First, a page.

In the first hazy days of parenting, your baby sleeps wherever: in your arms, in a bassinet, in a sling, in a swing. But there comes a time when you’re ready for your precious bundle to nap in her crib. Here are some expert tips to make the transition as smooth as possible for both baby and you.
Infants start to make associations around three to four months of age, says Jennifer Garden, an occupational therapist and owner of Sleepdreams in Vancouver. This is a good time to start introducing crib napping. But, she says, some babies still aren’t ready to be that far away from their mom or dad. Depending on your baby’s temperament, you may want to wait a few more weeks before moving your baby from bassinet to crib. Just remember: Whether they're in a crib or bassinet, the Canadian Paediatric Society and American Academy of Pediatrics recommend keeping your baby in your room for the first six months.
The room should be dark and cool—between 16C and 19C is ideal for sleep. It should also be quiet. “I often hear parents say, ‘Oh, I was told during the daytime it should be bright and busy and loud,” says Garden. “But that’s just for the first month, while your newborn is learning the difference between day and night.”
“I wouldn’t advise just plunking your baby down into a new sleep space and expecting that it will all go well,” Garden says. Instead, start with a small naptime routine, similar to the one you do at bedtime, but shorter. This way, your baby will start to get the idea that sleep is coming. Garden recommends changing her diaper, and doing some rocking and singing in the room where she’ll be napping.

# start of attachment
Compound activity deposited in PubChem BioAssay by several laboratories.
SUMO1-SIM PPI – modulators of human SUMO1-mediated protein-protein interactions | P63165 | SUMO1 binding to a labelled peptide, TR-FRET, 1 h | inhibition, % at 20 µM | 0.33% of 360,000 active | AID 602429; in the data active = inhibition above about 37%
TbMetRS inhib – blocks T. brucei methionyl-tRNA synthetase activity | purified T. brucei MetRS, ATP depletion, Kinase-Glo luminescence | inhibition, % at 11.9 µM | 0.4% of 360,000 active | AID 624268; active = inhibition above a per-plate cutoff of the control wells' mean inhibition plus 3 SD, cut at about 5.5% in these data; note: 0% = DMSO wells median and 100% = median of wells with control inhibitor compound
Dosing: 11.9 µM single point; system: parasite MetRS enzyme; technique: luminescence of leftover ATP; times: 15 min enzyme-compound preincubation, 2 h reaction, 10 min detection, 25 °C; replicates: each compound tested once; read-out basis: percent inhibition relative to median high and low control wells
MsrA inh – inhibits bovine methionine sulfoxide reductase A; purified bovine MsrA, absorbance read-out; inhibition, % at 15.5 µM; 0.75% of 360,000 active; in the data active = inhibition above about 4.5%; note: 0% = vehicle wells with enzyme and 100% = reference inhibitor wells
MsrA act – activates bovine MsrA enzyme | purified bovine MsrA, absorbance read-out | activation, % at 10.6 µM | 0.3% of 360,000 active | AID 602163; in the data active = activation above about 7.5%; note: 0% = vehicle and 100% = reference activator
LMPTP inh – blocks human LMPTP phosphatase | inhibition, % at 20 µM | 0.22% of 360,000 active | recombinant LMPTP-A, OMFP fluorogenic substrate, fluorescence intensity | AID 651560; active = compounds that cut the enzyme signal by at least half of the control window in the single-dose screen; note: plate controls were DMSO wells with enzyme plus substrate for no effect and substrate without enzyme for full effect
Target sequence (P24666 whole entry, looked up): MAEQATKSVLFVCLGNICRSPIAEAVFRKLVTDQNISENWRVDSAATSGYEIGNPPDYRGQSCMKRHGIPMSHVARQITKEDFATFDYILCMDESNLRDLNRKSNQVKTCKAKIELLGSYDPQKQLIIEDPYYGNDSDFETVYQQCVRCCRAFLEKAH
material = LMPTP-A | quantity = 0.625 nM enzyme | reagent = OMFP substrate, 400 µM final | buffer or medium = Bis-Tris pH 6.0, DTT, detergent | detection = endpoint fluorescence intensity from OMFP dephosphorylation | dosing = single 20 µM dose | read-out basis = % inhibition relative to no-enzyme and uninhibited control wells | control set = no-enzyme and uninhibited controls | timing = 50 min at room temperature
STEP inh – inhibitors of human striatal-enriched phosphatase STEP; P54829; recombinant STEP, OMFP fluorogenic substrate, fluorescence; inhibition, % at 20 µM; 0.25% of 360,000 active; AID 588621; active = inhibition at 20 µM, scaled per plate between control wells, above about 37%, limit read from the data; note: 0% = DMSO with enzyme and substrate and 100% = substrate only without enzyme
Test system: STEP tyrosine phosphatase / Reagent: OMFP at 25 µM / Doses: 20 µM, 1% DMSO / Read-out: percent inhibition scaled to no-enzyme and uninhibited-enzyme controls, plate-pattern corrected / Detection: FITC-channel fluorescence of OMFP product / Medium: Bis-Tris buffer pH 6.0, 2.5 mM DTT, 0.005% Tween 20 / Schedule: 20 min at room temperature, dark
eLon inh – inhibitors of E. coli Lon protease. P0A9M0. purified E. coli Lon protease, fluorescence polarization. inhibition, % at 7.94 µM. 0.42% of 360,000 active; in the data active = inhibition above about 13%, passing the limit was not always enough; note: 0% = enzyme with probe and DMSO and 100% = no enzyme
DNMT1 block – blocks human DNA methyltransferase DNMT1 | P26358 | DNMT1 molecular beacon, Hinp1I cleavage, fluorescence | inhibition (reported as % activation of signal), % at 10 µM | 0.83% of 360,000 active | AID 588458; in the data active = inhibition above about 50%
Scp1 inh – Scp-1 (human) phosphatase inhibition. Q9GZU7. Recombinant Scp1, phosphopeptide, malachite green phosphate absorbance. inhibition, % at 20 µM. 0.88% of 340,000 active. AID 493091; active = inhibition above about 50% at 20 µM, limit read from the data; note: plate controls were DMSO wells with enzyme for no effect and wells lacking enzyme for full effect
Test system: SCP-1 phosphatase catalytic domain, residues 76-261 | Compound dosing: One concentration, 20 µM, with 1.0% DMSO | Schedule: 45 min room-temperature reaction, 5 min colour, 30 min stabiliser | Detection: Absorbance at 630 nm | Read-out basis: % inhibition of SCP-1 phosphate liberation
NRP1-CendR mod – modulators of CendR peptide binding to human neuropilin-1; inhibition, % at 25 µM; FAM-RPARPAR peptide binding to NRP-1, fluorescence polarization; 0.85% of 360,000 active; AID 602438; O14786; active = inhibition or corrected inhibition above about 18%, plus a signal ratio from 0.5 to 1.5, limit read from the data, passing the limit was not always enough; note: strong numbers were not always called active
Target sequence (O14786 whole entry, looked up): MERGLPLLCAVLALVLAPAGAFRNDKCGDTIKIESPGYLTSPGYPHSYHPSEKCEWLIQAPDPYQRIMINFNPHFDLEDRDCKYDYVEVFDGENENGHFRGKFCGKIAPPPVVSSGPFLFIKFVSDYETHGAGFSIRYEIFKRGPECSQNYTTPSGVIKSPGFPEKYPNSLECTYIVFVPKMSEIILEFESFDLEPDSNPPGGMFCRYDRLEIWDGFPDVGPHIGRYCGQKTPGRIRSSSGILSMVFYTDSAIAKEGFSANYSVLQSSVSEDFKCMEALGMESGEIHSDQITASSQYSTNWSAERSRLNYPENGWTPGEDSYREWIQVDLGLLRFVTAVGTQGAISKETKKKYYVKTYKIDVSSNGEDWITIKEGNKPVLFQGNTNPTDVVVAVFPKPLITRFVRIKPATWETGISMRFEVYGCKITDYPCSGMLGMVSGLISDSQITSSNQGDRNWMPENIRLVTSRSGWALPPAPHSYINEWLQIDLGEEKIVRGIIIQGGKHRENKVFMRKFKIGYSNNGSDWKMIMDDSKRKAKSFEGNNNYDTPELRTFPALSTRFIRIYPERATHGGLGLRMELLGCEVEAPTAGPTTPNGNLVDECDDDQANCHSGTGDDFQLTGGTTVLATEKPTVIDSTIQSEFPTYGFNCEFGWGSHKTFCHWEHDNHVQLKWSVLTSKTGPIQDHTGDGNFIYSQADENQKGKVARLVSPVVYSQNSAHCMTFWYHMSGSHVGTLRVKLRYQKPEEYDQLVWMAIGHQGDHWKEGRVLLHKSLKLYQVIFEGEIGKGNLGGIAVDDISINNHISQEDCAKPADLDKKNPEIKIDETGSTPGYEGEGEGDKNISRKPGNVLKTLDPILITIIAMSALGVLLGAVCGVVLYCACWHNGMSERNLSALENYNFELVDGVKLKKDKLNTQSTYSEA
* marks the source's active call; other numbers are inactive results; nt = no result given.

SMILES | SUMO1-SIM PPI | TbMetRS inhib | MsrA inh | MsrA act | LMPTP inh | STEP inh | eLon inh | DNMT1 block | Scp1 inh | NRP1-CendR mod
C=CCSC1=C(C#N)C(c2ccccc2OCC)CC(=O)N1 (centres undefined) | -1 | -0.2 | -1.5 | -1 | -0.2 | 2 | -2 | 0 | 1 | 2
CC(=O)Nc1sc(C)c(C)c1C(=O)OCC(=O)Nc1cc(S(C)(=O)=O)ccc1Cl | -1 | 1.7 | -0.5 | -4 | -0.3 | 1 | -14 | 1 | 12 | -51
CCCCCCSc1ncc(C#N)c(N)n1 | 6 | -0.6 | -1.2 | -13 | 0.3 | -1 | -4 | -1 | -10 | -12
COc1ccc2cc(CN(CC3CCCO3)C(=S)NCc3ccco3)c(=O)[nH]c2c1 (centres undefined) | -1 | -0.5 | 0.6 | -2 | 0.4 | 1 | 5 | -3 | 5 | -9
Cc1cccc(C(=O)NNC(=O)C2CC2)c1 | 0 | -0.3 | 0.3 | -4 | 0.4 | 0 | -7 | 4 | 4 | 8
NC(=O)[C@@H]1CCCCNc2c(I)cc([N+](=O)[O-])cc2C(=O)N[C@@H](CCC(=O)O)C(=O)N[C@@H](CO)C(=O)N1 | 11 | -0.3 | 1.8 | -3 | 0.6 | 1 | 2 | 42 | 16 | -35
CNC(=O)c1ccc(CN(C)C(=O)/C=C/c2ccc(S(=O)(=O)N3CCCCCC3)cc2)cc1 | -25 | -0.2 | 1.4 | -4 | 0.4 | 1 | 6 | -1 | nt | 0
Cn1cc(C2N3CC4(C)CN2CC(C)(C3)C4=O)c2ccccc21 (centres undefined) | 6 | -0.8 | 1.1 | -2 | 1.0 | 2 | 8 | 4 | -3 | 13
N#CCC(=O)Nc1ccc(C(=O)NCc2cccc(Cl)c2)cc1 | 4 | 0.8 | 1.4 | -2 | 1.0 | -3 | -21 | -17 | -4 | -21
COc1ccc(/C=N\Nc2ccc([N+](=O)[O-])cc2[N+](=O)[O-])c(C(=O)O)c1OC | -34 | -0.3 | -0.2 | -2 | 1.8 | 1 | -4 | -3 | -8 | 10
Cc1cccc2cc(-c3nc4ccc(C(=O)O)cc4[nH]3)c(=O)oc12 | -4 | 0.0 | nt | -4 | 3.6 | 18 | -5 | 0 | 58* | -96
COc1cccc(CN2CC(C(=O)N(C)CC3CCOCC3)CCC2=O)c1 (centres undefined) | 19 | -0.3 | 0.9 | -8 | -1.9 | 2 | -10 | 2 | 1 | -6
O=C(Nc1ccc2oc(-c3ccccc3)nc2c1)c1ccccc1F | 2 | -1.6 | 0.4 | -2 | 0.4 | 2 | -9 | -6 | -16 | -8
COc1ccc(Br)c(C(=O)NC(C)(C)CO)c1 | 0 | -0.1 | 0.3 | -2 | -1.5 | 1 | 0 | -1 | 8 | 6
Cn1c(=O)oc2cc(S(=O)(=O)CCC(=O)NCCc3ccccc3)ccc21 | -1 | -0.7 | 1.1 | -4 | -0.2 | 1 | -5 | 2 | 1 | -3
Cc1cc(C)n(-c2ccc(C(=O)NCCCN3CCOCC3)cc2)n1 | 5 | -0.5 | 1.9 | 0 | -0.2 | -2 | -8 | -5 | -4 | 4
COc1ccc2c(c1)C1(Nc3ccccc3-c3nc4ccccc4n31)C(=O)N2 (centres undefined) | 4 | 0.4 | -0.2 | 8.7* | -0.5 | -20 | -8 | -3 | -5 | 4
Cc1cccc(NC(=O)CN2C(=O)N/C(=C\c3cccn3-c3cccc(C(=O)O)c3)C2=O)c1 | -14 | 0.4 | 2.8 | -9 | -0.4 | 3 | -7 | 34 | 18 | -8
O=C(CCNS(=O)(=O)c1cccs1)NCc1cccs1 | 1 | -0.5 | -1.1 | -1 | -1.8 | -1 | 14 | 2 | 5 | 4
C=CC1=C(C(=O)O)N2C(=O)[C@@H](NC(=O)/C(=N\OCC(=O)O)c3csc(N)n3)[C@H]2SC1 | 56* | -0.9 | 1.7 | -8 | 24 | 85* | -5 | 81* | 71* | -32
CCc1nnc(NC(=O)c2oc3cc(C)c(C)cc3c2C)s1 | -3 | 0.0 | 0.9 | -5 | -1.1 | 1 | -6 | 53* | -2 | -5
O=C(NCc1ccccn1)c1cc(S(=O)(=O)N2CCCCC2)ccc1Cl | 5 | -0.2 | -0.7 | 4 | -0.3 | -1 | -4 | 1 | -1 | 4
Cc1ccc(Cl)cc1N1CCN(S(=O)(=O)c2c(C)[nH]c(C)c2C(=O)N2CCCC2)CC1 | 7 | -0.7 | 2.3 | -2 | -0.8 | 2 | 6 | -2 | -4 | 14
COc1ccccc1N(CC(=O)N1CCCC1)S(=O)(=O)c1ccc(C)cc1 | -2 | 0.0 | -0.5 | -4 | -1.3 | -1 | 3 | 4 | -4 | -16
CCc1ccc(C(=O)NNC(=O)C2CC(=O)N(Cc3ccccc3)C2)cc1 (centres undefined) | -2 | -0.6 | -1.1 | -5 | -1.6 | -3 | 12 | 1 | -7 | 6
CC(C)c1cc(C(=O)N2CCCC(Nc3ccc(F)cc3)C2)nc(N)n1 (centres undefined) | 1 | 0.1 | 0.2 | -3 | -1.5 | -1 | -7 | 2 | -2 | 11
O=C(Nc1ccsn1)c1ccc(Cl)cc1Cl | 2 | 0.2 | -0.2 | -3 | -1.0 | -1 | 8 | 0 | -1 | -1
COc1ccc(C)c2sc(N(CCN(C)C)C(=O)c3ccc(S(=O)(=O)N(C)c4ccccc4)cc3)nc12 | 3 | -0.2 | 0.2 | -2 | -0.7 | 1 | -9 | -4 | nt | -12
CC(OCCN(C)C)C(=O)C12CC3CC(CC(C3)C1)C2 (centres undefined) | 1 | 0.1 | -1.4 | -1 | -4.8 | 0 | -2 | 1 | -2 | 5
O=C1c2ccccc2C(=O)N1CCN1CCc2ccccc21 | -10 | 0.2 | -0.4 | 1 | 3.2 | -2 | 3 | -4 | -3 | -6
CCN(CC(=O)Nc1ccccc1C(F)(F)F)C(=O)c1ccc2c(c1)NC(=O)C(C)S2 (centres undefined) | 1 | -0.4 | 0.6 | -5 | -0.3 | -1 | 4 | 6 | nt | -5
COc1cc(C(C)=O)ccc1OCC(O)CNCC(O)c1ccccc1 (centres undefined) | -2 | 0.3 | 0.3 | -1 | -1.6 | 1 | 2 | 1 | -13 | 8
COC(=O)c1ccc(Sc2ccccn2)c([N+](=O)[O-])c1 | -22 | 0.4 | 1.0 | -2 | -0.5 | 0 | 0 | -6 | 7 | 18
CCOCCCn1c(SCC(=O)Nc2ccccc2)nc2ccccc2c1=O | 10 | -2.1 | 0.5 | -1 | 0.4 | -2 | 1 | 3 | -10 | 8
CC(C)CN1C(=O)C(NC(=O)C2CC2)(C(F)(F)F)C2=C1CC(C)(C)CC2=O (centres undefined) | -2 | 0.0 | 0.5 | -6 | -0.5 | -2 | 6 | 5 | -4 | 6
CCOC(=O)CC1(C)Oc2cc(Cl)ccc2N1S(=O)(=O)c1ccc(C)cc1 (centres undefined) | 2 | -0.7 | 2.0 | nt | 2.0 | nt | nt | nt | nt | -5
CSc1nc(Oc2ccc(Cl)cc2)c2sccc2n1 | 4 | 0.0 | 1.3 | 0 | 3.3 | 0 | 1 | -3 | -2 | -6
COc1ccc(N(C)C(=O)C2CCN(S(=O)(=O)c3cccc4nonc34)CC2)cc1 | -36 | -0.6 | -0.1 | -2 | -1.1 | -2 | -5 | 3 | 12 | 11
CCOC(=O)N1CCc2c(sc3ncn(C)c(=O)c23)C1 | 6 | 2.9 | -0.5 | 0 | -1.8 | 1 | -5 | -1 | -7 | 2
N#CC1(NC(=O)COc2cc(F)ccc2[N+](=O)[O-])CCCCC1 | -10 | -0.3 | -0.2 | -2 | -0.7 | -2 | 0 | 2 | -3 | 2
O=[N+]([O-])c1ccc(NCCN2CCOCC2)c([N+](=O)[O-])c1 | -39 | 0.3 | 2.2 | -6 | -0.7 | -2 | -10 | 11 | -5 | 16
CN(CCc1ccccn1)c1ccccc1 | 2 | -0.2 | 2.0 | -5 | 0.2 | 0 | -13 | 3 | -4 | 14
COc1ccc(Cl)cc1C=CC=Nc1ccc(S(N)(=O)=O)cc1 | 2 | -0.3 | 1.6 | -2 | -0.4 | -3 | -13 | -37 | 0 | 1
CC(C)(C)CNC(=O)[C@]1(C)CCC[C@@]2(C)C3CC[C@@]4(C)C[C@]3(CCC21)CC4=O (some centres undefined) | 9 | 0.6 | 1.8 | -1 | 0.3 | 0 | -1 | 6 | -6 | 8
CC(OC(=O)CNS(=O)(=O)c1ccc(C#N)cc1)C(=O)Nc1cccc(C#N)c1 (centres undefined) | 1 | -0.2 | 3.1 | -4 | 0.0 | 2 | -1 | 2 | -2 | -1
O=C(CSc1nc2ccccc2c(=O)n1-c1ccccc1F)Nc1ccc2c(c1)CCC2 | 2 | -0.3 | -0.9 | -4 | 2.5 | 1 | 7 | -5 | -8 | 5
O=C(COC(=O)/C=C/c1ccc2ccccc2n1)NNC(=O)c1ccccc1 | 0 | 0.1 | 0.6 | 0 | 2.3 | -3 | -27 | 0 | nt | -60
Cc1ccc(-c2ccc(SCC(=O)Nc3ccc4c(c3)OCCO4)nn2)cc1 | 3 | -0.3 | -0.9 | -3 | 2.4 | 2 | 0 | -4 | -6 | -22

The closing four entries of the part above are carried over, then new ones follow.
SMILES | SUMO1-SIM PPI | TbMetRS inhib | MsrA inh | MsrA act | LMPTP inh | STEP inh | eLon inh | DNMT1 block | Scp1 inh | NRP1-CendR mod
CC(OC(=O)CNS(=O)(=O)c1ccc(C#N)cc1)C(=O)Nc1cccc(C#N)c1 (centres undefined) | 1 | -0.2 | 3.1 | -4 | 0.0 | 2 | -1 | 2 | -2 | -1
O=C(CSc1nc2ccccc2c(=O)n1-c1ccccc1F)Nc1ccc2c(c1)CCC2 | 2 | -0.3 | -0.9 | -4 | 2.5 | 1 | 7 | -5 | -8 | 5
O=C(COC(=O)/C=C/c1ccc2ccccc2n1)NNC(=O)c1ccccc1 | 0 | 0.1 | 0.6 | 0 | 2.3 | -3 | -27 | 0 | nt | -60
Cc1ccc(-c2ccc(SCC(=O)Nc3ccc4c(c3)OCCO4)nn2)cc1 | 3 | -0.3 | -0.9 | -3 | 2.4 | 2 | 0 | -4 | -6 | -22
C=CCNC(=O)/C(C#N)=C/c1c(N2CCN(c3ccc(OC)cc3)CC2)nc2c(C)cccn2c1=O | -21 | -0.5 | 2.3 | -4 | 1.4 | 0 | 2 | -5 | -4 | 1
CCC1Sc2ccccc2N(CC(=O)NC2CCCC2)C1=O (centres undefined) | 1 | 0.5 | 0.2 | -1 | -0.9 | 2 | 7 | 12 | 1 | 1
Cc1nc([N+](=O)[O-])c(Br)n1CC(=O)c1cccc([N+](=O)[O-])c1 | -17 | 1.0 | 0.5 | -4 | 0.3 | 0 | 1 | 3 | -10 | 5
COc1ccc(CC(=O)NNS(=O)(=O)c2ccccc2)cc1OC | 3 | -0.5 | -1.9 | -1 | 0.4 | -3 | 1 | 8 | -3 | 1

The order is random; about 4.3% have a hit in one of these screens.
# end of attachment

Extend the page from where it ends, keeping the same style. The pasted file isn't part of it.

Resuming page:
When your baby is up, keep her busy with things like tummy time on the floor. Watch for signs of drowsiness, then start the routine and put her down in the crib. “If you hit everything right, she should be able to get off to sleep,” Garden says. For babies under six months, she suggests trying it a couple of times if it doesn’t work on the first go. But after that, if your babe isn’t falling asleep, put her to sleep however you normally would, then transfer her to her crib. For babies over six months, you may want to leave her to fuss for a bit to try to encourage her to fall asleep on her own.
Bum first, head last, says Garden. “You know that game where you trust your friend to catch you if you fall backwards? That’s the feeling babies experience if you tip them upside down to put them in their crib.” So lower her into the crib, feet first, placing her bum down and then lay her head down. Once your baby is in the crib, you could lay your hand on her stomach or rhythmically pat her—either of these things will help her settle.
“It takes about three weeks to change human behaviour,” says Garden, pointing out that you’re not only changing your baby’s behaviour but yours too. If you stick with it, after about three weeks, the crib will become your baby’s norm, and even if she does have a one-off nap somewhere else, it shouldn’t set her back.